According to the project website’s frequently asked questions, there are some details as of now that show the planned improvements for the transportation aspect. Some include event and transit ticket promotions for transit, accelerated technology investments in signals and investing in “safe and slow streets” in adjacent neighborhoods.

Landrum also clarified the issue of the Target store on the proposed development site, which had many people frustrated on social media. She said Target’s location was only temporary from the time it was built and these discussions about it moving would have to happen with or without this proposal.

Councilor Canek Aguirre began Council’s questioning by recognizing the odd timing of the announcement in light of the divisive Zoning for Housing vote in November.

“Something that’s going to be very important to me is if we have a tracker,” Aguirre said. “This is something we were kind of missing for Zoning for Housing and I want to include not just everything that the city manager was describing, but if any of us are at events as well … how many emails do we get, how many interactions are we having on social media, how many people have signed up for news alerts. We want to be tracking all of that so we can show the engagement we’re doing.”

Aguirre also asked for a more detailed timeline, infographics and important dates for the General Assembly that align with this project. Councilor Sarah Bagley mentioned noise as being a potential issue, as the complex will exist next to the Ronald Reagan Washington National Airport tarmacs. McPike also requested a Council town hall be scheduled for early January. Vice Mayor Amy Jackson raised the issue of traffic flow through roads, requesting traffic studies of people flowing in from Maryland and neighboring jurisdictions.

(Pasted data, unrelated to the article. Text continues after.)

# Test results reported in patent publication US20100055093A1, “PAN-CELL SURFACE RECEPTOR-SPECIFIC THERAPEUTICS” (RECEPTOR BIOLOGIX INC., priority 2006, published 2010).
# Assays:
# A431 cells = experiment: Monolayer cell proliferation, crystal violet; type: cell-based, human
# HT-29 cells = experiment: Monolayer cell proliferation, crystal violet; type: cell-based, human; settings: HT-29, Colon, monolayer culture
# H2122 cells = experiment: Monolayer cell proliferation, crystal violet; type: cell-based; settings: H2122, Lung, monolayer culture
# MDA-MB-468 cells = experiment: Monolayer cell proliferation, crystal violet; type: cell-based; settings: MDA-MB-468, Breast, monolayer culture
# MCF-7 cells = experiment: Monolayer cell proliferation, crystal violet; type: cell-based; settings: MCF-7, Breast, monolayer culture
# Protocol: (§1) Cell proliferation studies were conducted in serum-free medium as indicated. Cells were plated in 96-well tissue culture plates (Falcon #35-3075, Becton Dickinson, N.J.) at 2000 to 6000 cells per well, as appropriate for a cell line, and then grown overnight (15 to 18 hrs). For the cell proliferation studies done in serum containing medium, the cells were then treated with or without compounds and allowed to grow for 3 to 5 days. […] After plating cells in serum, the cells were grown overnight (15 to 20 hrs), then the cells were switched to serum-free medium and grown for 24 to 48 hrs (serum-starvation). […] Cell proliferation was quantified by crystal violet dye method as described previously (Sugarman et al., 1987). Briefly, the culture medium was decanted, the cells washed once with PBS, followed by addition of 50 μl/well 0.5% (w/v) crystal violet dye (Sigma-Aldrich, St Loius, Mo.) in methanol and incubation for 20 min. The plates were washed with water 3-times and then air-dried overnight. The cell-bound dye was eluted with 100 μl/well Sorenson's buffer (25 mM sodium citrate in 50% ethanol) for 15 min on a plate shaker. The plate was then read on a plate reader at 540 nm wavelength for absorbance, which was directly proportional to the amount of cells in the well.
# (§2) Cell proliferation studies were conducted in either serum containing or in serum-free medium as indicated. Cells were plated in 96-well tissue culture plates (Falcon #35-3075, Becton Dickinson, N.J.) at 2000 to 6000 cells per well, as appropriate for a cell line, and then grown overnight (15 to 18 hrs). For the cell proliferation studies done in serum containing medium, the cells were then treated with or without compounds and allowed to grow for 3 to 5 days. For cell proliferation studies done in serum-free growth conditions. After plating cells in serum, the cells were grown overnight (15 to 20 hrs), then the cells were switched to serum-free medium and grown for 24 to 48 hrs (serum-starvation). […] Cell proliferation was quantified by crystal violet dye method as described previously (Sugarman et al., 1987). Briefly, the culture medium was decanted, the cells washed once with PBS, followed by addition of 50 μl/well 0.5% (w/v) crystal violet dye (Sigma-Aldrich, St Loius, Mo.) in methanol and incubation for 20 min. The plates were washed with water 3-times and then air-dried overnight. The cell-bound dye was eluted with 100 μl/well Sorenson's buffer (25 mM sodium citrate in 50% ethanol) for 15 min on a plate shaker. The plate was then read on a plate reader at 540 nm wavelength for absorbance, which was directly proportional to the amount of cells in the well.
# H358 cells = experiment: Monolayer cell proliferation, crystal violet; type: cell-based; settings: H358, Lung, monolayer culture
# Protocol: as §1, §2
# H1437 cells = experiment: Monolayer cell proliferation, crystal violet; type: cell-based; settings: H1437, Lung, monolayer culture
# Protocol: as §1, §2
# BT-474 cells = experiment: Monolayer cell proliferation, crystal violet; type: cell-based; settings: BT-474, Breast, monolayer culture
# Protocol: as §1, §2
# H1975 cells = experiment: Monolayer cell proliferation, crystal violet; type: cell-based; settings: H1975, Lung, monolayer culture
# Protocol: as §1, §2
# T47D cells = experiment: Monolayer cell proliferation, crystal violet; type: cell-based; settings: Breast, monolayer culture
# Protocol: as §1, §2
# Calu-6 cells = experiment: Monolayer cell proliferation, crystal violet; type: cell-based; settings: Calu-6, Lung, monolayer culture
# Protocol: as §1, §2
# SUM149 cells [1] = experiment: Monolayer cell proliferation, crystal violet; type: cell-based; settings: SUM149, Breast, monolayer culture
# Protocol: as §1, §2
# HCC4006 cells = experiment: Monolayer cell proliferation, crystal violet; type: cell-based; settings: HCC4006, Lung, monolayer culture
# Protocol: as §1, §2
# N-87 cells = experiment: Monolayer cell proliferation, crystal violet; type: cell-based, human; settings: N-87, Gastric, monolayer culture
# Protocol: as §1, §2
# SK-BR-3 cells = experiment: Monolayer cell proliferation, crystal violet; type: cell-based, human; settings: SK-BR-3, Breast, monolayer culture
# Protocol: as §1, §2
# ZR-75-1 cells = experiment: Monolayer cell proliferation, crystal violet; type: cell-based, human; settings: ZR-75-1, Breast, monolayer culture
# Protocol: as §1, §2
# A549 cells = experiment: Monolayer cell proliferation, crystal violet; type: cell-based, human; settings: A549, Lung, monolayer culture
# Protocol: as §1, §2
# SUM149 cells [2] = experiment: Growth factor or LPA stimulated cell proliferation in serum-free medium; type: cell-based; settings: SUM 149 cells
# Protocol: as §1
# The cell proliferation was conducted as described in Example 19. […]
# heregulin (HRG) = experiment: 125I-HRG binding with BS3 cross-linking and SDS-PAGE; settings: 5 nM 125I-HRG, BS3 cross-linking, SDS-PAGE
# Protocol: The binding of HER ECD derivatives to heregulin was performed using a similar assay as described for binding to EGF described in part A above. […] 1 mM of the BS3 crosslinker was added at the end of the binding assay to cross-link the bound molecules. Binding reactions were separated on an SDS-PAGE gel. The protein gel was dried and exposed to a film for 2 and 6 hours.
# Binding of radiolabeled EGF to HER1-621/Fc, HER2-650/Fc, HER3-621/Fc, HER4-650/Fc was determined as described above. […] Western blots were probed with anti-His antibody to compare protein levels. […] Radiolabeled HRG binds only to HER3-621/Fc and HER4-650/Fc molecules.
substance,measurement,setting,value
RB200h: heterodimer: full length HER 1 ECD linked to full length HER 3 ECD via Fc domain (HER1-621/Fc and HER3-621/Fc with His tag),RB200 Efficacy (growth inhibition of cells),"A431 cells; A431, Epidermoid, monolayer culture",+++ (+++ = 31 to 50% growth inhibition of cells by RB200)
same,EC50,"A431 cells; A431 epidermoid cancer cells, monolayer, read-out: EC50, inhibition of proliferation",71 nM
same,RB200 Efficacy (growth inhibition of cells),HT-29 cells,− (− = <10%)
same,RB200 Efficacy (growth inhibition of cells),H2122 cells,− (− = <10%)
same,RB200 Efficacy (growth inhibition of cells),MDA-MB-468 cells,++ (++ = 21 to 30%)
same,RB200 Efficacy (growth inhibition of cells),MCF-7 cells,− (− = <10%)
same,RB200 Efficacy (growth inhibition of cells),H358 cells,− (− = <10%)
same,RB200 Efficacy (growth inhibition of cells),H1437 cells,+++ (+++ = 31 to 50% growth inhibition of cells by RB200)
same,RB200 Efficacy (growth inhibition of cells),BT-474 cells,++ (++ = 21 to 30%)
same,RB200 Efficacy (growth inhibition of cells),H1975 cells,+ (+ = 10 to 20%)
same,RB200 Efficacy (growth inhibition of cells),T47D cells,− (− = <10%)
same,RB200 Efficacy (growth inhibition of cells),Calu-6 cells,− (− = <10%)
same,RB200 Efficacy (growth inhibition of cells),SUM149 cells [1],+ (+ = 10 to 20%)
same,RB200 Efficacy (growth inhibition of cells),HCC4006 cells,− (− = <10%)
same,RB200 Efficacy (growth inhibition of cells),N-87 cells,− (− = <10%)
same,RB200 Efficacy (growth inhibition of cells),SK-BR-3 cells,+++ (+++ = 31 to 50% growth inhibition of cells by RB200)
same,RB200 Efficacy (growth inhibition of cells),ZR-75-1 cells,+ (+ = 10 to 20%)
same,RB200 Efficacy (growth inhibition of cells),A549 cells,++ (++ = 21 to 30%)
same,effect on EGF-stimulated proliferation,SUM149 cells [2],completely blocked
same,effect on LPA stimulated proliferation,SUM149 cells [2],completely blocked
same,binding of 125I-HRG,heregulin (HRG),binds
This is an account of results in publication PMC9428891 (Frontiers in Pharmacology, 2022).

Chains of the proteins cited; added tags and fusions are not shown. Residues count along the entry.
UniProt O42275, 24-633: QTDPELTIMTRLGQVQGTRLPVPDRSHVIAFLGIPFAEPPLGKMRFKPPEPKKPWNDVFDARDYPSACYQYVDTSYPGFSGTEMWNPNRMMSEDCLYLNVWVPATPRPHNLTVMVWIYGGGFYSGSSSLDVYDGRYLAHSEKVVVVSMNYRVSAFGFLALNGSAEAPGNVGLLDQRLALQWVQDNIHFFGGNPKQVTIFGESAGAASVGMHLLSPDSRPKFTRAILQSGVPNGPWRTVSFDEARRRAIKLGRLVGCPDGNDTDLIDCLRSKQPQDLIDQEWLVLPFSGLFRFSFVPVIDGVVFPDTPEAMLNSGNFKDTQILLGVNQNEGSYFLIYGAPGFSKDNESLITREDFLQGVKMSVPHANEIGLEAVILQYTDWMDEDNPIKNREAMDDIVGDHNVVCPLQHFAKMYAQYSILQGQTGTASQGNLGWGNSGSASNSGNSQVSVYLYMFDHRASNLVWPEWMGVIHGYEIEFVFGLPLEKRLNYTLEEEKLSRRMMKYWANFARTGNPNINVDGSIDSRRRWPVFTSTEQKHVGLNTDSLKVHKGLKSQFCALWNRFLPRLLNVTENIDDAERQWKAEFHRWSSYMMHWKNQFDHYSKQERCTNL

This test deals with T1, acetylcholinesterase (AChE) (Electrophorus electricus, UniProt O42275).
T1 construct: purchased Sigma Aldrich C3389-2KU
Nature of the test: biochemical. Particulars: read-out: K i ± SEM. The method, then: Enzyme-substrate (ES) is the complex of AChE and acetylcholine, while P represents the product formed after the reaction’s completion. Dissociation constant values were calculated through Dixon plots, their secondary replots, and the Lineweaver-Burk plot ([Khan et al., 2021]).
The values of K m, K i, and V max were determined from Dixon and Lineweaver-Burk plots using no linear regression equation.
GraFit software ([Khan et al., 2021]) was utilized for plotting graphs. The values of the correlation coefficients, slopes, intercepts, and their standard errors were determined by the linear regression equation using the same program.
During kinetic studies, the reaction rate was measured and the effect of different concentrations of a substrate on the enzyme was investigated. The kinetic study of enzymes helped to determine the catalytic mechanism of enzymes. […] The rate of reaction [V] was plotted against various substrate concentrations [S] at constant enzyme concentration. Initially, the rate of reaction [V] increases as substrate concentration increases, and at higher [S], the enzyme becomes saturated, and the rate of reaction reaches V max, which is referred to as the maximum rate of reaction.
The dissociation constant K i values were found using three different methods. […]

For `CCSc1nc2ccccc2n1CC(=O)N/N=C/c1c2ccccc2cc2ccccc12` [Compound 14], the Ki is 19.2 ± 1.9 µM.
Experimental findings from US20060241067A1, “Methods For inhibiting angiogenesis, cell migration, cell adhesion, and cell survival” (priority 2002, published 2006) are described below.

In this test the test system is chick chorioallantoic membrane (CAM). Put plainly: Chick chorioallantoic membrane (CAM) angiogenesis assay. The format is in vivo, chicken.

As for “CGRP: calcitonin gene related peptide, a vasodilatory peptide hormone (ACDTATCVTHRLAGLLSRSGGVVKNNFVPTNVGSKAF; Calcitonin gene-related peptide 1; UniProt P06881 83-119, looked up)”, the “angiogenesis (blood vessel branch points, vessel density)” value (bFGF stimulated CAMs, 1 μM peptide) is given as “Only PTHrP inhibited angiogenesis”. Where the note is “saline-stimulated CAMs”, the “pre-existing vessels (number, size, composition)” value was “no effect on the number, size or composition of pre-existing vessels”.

“If this venue does occur, people will have tickets in hand and then will get really frustrated if there isn’t an easy way to get in and out of our city, and that’s not a good look,” Jackson said. “How are [people] coming from Maryland and back? How are they coming through D.C. and Arlington and back?”

Councilor John Taylor Chapman requested small businesses and businesses surrounding the potential development be met with similar to residents. The public discussion period then began, and there were a few residents that spoke in opposition to the potential development.

“People in Potomac Yard, who the city invited to move into a brand new, mixed-use neighborhood, and now, via press conference – that they were not invited to – are be- ing asked to put up a[n arena] almost literally in their backyards,” Jonathan Husky, resident of Warwick Village, said. “This is a nasty thing to do to our friends across the river and will undermine a central hub for the region just to perpetuate a filthy competition for sports franchises.”

Adrien Lopez spoke next, who was one of the protestors at the announcement, and has resided in Potomac Yard since 2014.

“The noise pollution, the traffic pollution, the light pollution, the people pollution, the lack of green space no longer make our community livable and the reason we left [Washington,] D.C. to come to Alexandria,” Lopez said. “Potomac Yard was never meant to be an entertainment district.”